Childhood winters that included snow days remain magical in adult memory. During last week’s snow days in several Inland Northwest school districts, Facebook was filled with photos of children enjoying the magic.
Posing with their snowpeople, gliding down neighborhood hills on sleds, throwing snowballs at the parents you could not see behind the cameras.
Facebook also featured adults in the snow. Many of these adults did not have snow days. Mass transit and four-wheel drive vehicles cut down on snow days for adults. You can get to work, and so to work you must go.
The photos the adults posted were an attempt, perhaps, to recapture some of the magic of a snow day. See me shoveling. See me walking my dog in snow as high as my dog’s belly. See me measuring the snow berm next to my car.
This is not a new phenomenon. The King Collection in The Spokesman-Review archives contains photos and memorabilia from the King family, who thrived in Spokane in the early 20th century. Their photo albums are rich with adults posing in winter shots.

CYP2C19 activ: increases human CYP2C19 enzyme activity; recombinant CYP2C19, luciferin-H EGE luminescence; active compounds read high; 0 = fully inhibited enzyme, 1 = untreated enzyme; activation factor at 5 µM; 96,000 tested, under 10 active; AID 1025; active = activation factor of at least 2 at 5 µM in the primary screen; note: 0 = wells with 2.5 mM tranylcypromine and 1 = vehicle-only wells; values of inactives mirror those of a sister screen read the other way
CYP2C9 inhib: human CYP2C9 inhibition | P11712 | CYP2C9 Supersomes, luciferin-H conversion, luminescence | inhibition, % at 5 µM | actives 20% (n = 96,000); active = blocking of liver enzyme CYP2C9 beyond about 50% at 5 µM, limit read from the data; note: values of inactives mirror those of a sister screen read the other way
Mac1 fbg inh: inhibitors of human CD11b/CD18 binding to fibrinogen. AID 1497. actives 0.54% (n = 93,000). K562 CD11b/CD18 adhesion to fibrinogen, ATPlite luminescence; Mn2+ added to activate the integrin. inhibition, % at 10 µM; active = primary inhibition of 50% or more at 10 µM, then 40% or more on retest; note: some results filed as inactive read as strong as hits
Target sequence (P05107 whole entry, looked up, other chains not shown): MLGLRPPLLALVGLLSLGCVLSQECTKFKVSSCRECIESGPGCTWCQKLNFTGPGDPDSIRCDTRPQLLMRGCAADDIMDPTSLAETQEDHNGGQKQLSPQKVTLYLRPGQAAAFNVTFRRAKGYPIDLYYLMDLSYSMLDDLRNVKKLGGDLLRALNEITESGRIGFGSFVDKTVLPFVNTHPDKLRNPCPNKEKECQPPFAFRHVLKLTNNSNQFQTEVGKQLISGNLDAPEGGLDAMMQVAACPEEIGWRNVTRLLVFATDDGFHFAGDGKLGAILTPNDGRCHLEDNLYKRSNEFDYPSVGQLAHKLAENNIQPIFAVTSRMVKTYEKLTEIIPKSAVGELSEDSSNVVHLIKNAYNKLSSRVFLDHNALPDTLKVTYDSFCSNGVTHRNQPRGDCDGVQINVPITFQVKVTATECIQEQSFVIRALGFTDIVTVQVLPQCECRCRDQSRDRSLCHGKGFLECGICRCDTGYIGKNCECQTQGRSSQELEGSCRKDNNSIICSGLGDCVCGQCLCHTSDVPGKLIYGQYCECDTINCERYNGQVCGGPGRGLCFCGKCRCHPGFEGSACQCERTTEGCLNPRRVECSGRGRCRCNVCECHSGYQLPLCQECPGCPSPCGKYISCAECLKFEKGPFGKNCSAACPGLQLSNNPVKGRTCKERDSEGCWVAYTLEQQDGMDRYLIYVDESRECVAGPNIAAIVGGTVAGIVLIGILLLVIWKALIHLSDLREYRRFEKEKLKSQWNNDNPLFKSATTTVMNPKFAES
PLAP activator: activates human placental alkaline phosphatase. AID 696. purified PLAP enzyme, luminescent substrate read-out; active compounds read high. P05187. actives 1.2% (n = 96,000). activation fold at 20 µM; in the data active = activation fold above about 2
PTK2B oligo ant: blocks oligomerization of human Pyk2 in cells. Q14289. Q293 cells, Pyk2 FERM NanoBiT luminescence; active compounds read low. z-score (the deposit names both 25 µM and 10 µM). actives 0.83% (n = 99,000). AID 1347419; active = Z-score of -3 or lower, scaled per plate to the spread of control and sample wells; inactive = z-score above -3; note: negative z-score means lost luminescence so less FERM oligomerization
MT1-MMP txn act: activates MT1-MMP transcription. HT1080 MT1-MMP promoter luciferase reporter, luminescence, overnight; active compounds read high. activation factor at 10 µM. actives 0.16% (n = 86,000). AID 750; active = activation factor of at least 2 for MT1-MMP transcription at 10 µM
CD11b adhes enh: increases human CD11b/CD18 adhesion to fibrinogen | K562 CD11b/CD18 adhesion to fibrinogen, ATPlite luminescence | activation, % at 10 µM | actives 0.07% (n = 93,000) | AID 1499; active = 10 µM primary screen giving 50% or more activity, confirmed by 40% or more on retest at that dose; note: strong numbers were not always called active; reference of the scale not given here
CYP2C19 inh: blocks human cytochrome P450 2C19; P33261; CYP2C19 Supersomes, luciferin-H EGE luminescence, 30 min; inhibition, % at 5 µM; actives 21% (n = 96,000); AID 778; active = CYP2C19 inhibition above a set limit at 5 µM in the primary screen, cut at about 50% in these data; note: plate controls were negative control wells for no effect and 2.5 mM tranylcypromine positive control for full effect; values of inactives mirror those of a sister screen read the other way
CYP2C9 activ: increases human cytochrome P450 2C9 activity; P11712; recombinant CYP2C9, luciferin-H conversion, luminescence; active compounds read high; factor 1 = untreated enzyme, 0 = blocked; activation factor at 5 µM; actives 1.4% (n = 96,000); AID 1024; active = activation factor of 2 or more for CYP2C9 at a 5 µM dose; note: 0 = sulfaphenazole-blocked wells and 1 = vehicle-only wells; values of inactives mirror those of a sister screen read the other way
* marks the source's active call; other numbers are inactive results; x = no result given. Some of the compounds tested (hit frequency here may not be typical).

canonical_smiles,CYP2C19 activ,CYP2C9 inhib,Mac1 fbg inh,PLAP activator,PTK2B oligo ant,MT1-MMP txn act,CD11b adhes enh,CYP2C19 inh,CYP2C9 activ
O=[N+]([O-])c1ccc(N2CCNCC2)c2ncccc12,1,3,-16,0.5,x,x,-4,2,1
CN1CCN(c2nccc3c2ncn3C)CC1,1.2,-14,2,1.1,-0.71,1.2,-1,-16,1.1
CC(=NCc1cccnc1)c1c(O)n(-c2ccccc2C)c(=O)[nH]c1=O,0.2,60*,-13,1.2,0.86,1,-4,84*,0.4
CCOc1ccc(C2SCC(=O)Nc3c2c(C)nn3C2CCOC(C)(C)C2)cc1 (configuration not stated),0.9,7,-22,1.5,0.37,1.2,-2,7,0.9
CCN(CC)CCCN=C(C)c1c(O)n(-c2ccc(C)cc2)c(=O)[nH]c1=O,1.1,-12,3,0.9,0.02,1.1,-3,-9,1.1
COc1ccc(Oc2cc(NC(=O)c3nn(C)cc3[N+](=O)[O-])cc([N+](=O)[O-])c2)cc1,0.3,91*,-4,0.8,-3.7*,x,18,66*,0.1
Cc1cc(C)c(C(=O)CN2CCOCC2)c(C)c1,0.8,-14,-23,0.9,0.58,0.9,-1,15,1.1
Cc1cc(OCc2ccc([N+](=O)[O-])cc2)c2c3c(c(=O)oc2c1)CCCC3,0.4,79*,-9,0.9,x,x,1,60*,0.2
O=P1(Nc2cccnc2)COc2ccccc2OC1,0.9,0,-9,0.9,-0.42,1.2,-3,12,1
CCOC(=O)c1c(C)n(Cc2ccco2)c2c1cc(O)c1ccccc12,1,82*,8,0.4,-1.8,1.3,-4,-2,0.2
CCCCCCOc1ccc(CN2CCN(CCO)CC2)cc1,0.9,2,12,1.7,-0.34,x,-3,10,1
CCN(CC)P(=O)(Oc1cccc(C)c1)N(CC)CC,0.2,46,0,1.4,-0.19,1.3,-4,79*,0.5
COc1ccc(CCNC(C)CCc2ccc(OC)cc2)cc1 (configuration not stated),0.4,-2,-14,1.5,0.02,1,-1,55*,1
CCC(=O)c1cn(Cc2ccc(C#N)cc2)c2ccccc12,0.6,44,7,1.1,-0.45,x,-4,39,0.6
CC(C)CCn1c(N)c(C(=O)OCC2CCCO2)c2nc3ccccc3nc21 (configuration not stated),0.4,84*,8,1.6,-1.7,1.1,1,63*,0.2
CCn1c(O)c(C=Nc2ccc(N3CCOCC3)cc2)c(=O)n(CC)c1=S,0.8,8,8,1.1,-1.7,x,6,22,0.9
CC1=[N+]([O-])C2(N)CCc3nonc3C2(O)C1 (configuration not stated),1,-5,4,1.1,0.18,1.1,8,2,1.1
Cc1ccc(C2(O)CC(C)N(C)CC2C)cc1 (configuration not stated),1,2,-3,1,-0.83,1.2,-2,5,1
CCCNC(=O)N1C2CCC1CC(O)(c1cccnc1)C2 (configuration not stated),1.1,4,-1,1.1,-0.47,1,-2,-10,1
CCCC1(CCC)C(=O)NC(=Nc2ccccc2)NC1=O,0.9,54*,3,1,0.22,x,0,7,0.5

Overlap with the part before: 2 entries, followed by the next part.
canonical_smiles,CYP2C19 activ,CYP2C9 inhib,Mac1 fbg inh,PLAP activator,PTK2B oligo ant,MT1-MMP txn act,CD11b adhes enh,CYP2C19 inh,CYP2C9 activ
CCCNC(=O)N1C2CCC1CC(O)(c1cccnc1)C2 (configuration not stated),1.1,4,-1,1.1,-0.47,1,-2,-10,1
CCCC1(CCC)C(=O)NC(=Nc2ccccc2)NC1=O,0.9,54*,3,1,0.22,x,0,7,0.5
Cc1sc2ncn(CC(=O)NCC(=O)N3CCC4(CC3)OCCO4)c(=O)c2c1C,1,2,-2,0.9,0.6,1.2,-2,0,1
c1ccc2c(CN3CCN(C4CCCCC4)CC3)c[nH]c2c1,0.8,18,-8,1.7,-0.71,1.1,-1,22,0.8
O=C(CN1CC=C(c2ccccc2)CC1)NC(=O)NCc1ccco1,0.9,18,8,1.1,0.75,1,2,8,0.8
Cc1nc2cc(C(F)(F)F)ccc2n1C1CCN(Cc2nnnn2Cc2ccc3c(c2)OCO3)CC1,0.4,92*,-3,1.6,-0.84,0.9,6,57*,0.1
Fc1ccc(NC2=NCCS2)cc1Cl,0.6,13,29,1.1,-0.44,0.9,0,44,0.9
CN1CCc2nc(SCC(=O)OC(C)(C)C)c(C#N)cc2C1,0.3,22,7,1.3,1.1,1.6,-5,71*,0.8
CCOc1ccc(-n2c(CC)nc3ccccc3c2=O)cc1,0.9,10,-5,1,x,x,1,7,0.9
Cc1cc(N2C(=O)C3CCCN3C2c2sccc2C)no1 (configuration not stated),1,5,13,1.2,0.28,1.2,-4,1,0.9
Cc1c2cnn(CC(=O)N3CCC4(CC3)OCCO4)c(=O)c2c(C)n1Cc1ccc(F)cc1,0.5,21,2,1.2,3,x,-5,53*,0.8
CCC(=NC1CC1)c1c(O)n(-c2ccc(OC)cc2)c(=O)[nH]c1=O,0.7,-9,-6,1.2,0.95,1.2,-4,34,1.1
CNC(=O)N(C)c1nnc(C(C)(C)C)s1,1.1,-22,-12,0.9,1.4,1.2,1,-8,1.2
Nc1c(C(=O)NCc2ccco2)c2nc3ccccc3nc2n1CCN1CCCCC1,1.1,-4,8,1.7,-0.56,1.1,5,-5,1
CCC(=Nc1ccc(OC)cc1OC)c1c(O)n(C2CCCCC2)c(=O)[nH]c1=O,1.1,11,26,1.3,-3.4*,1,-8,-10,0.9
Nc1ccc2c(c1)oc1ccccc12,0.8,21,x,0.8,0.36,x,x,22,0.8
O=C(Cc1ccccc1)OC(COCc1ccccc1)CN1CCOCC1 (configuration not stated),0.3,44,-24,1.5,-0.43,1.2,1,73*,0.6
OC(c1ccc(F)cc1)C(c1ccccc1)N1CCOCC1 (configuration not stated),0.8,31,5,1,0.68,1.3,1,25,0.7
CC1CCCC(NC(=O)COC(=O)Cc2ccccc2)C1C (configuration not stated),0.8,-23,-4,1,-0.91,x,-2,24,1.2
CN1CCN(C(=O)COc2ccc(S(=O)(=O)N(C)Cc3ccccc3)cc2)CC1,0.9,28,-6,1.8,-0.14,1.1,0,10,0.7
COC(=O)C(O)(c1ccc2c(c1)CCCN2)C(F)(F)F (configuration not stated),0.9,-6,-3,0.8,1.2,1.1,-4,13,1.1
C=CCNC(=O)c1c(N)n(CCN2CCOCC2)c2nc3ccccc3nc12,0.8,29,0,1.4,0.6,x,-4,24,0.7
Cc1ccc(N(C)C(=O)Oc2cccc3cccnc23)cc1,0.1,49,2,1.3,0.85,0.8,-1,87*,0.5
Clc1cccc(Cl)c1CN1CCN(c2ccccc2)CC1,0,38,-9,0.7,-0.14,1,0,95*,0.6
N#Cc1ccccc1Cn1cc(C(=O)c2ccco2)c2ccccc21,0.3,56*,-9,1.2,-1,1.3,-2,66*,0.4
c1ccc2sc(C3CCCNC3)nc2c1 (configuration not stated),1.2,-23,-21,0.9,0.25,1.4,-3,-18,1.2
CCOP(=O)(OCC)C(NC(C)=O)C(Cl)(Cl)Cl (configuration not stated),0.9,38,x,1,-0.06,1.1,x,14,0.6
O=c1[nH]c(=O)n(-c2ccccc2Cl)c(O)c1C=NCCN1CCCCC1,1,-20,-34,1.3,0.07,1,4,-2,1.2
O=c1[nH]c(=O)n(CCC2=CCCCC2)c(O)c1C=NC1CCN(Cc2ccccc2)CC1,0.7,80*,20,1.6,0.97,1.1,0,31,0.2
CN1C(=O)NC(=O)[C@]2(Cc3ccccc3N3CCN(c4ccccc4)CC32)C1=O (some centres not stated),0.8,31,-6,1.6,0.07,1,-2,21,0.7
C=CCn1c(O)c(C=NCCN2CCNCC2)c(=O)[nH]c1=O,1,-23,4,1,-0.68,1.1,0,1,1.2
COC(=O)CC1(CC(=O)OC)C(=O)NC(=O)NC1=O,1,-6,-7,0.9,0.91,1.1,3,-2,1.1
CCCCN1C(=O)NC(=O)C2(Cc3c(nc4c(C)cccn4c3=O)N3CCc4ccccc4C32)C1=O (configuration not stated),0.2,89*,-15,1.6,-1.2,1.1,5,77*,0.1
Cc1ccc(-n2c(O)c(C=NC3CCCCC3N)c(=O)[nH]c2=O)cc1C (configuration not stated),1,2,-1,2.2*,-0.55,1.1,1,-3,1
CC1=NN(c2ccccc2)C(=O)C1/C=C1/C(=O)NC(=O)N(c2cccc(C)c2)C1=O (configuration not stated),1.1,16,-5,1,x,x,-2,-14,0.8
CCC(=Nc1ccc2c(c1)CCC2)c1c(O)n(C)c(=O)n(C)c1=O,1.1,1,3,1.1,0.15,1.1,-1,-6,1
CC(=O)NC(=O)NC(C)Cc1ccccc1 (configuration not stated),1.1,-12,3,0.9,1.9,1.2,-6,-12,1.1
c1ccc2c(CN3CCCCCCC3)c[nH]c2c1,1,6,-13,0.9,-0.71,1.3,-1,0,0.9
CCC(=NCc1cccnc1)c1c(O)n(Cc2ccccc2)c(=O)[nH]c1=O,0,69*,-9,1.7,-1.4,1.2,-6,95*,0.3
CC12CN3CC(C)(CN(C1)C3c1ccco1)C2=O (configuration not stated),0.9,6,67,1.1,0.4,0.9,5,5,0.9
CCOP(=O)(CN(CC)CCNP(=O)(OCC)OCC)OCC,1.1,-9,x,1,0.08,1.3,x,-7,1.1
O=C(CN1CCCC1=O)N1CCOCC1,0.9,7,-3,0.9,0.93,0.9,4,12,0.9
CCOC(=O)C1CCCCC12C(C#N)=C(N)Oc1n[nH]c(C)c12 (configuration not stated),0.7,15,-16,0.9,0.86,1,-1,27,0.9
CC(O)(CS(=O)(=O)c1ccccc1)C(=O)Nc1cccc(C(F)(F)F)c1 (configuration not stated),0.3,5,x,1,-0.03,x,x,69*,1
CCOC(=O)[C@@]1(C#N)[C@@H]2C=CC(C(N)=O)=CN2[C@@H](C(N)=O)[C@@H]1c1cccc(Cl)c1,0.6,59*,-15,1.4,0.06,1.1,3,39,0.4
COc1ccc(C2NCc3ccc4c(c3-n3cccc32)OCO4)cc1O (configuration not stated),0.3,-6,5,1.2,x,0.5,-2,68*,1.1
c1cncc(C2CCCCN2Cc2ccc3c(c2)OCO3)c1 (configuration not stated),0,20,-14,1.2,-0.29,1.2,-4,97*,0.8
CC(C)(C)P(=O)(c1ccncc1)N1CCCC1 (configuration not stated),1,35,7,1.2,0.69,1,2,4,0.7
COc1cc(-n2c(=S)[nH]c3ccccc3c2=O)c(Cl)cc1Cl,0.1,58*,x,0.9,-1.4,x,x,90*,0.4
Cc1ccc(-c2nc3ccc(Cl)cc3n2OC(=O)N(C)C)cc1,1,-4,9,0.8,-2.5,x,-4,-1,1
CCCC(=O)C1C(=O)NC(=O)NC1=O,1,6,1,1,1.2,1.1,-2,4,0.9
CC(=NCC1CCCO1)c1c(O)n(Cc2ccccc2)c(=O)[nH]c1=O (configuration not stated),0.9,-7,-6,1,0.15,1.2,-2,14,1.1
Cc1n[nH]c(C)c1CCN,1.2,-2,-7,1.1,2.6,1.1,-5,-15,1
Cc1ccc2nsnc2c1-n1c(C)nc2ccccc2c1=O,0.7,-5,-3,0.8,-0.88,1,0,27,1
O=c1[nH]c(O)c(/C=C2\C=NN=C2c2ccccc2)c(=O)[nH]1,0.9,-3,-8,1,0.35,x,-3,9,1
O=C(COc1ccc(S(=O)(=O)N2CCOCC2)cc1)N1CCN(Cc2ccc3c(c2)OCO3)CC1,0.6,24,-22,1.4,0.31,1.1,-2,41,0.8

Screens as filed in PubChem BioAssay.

A January 1913 snapshot of the man shoveling his sidewalk in north Spokane was placed in an album next to a photo showing Monroe Street “after the snowplow has passed.” There are trolleys in that photo.
The King Collection features men and women in the snow in the hills around Spokane, on skis and snowshoes, in boots. And men on their roofs, shovels in hand.
Some grumbled last week that school districts overreacted by declaring snow days. But consider them an investment in our mental health.
Snow days free children from their winter school routine. And they free adults from at least part of a day’s routine. You shovel snow in your work clothes. Climb your roof proudly, and pose on top, as if you’ve conquered Mount Everest.